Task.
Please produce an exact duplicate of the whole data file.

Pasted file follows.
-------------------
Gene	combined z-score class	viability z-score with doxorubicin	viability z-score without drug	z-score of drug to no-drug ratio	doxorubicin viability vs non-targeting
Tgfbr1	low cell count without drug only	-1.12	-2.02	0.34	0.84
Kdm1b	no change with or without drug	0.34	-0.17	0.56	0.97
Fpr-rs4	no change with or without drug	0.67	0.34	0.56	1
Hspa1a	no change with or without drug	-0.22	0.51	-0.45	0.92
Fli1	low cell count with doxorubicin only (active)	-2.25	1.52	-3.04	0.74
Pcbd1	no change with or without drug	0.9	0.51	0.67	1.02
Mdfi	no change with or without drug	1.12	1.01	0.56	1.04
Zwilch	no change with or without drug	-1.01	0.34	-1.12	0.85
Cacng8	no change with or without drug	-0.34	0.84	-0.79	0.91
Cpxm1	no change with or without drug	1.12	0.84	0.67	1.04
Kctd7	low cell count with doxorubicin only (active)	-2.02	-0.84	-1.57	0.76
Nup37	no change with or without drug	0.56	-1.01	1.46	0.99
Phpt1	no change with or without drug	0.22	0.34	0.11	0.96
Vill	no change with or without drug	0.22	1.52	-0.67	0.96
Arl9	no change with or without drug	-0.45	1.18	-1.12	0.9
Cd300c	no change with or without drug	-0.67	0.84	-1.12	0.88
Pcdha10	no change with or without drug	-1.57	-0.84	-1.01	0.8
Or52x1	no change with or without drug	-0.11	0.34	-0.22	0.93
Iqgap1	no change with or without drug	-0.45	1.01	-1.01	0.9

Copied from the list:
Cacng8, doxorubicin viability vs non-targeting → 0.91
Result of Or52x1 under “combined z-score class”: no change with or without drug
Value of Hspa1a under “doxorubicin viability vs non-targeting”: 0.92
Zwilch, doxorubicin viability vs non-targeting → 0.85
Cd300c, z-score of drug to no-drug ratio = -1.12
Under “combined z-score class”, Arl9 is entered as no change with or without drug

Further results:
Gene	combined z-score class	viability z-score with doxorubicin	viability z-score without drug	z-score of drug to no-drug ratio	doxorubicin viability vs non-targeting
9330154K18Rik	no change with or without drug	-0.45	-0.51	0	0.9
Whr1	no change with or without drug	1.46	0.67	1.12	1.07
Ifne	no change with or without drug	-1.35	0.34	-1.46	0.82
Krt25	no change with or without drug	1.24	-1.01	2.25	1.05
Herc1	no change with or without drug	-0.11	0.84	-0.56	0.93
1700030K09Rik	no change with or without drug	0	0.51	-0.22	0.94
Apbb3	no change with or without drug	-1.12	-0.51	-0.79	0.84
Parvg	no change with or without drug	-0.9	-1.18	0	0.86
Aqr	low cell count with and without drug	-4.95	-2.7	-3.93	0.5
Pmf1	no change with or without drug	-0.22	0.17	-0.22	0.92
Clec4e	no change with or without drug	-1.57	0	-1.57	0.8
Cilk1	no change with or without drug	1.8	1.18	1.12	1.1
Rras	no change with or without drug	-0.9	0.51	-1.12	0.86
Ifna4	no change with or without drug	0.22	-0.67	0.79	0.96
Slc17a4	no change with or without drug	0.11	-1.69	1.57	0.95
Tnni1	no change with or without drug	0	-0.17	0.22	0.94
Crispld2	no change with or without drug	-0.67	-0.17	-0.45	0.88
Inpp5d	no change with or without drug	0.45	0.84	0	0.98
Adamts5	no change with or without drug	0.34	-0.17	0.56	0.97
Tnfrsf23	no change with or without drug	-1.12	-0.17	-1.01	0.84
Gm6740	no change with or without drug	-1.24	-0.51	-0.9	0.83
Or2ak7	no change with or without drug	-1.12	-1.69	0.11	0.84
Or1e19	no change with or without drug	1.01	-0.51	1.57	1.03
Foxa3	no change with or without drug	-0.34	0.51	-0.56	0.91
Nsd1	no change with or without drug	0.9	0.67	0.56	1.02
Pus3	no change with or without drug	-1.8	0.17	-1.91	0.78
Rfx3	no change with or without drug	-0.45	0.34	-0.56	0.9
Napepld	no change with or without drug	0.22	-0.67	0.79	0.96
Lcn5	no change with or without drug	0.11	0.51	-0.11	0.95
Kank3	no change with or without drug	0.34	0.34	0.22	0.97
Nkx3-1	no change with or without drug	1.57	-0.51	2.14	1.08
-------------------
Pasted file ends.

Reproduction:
Gene	combined z-score class	viability z-score with doxorubicin	viability z-score without drug	z-score of drug to no-drug ratio	doxorubicin viability vs non-targeting
Tgfbr1	low cell count without drug only	-1.12	-2.02	0.34	0.84
Kdm1b	no change with or without drug	0.34	-0.17	0.56	0.97
Fpr-rs4	no change with or without drug	0.67	0.34	0.56	1
Hspa1a	no change with or without drug	-0.22	0.51	-0.45	0.92
Fli1	low cell count with doxorubicin only (active)	-2.25	1.52	-3.04	0.74
Pcbd1	no change with or without drug	0.9	0.51	0.67	1.02
Mdfi	no change with or without drug	1.12	1.01	0.56	1.04
Zwilch	no change with or without drug	-1.01	0.34	-1.12	0.85
Cacng8	no change with or without drug	-0.34	0.84	-0.79	0.91
Cpxm1	no change with or without drug	1.12	0.84	0.67	1.04
Kctd7	low cell count with doxorubicin only (active)	-2.02	-0.84	-1.57	0.76
Nup37	no change with or without drug	0.56	-1.01	1.46	0.99
Phpt1	no change with or without drug	0.22	0.34	0.11	0.96
Vill	no change with or without drug	0.22	1.52	-0.67	0.96
Arl9	no change with or without drug	-0.45	1.18	-1.12	0.9
Cd300c	no change with or without drug	-0.67	0.84	-1.12	0.88
Pcdha10	no change with or without drug	-1.57	-0.84	-1.01	0.8
Or52x1	no change with or without drug	-0.11	0.34	-0.22	0.93
Iqgap1	no change with or without drug	-0.45	1.01	-1.01	0.9

Copied from the list:
Cacng8, doxorubicin viability vs non-targeting → 0.91
Result of Or52x1 under “combined z-score class”: no change with or without drug
Value of Hspa1a under “doxorubicin viability vs non-targeting”: 0.92
Zwilch, doxorubicin viability vs non-targeting → 0.85
Cd300c, z-score of drug to no-drug ratio = -1.12
Under “combined z-score class”, Arl9 is entered as no change with or without drug

Further results:
Gene	combined z-score class	viability z-score with doxorubicin	viability z-score without drug	z-score of drug to no-drug ratio	doxorubicin viability vs non-targeting
9330154K18Rik	no change with or without drug	-0.45	-0.51	0	0.9
Whr1	no change with or without drug	1.46	0.67	1.12	1.07
Ifne	no change with or without drug	-1.35	0.34	-1.46	0.82
Krt25	no change with or without drug	1.24	-1.01	2.25	1.05
Herc1	no change with or without drug	-0.11	0.84	-0.56	0.93
1700030K09Rik	no change with or without drug	0	0.51	-0.22	0.94
Apbb3	no change with or without drug	-1.12	-0.51	-0.79	0.84
Parvg	no change with or without drug	-0.9	-1.18	0	0.86
Aqr	low cell count with and without drug	-4.95	-2.7	-3.93	0.5
Pmf1	no change with or without drug	-0.22	0.17	-0.22	0.92
Clec4e	no change with or without drug	-1.57	0	-1.57	0.8
Cilk1	no change with or without drug	1.8	1.18	1.12	1.1
Rras	no change with or without drug	-0.9	0.51	-1.12	0.86
Ifna4	no change with or without drug	0.22	-0.67	0.79	0.96
Slc17a4	no change with or without drug	0.11	-1.69	1.57	0.95
Tnni1	no change with or without drug	0	-0.17	0.22	0.94
Crispld2	no change with or without drug	-0.67	-0.17	-0.45	0.88
Inpp5d	no change with or without drug	0.45	0.84	0	0.98
Adamts5	no change with or without drug	0.34	-0.17	0.56	0.97
Tnfrsf23	no change with or without drug	-1.12	-0.17	-1.01	0.84
Gm6740	no change with or without drug	-1.24	-0.51	-0.9	0.83
Or2ak7	no change with or without drug	-1.12	-1.69	0.11	0.84
Or1e19	no change with or without drug	1.01	-0.51	1.57	1.03
Foxa3	no change with or without drug	-0.34	0.51	-0.56	0.91
Nsd1	no change with or without drug	0.9	0.67	0.56	1.02
Pus3	no change with or without drug	-1.8	0.17	-1.91	0.78
Rfx3	no change with or without drug	-0.45	0.34	-0.56	0.9
Napepld	no change with or without drug	0.22	-0.67	0.79	0.96
Lcn5	no change with or without drug	0.11	0.51	-0.11	0.95
Kank3	no change with or without drug	0.34	0.34	0.22	0.97
Nkx3-1	no change with or without drug	1.57	-0.51	2.14	1.08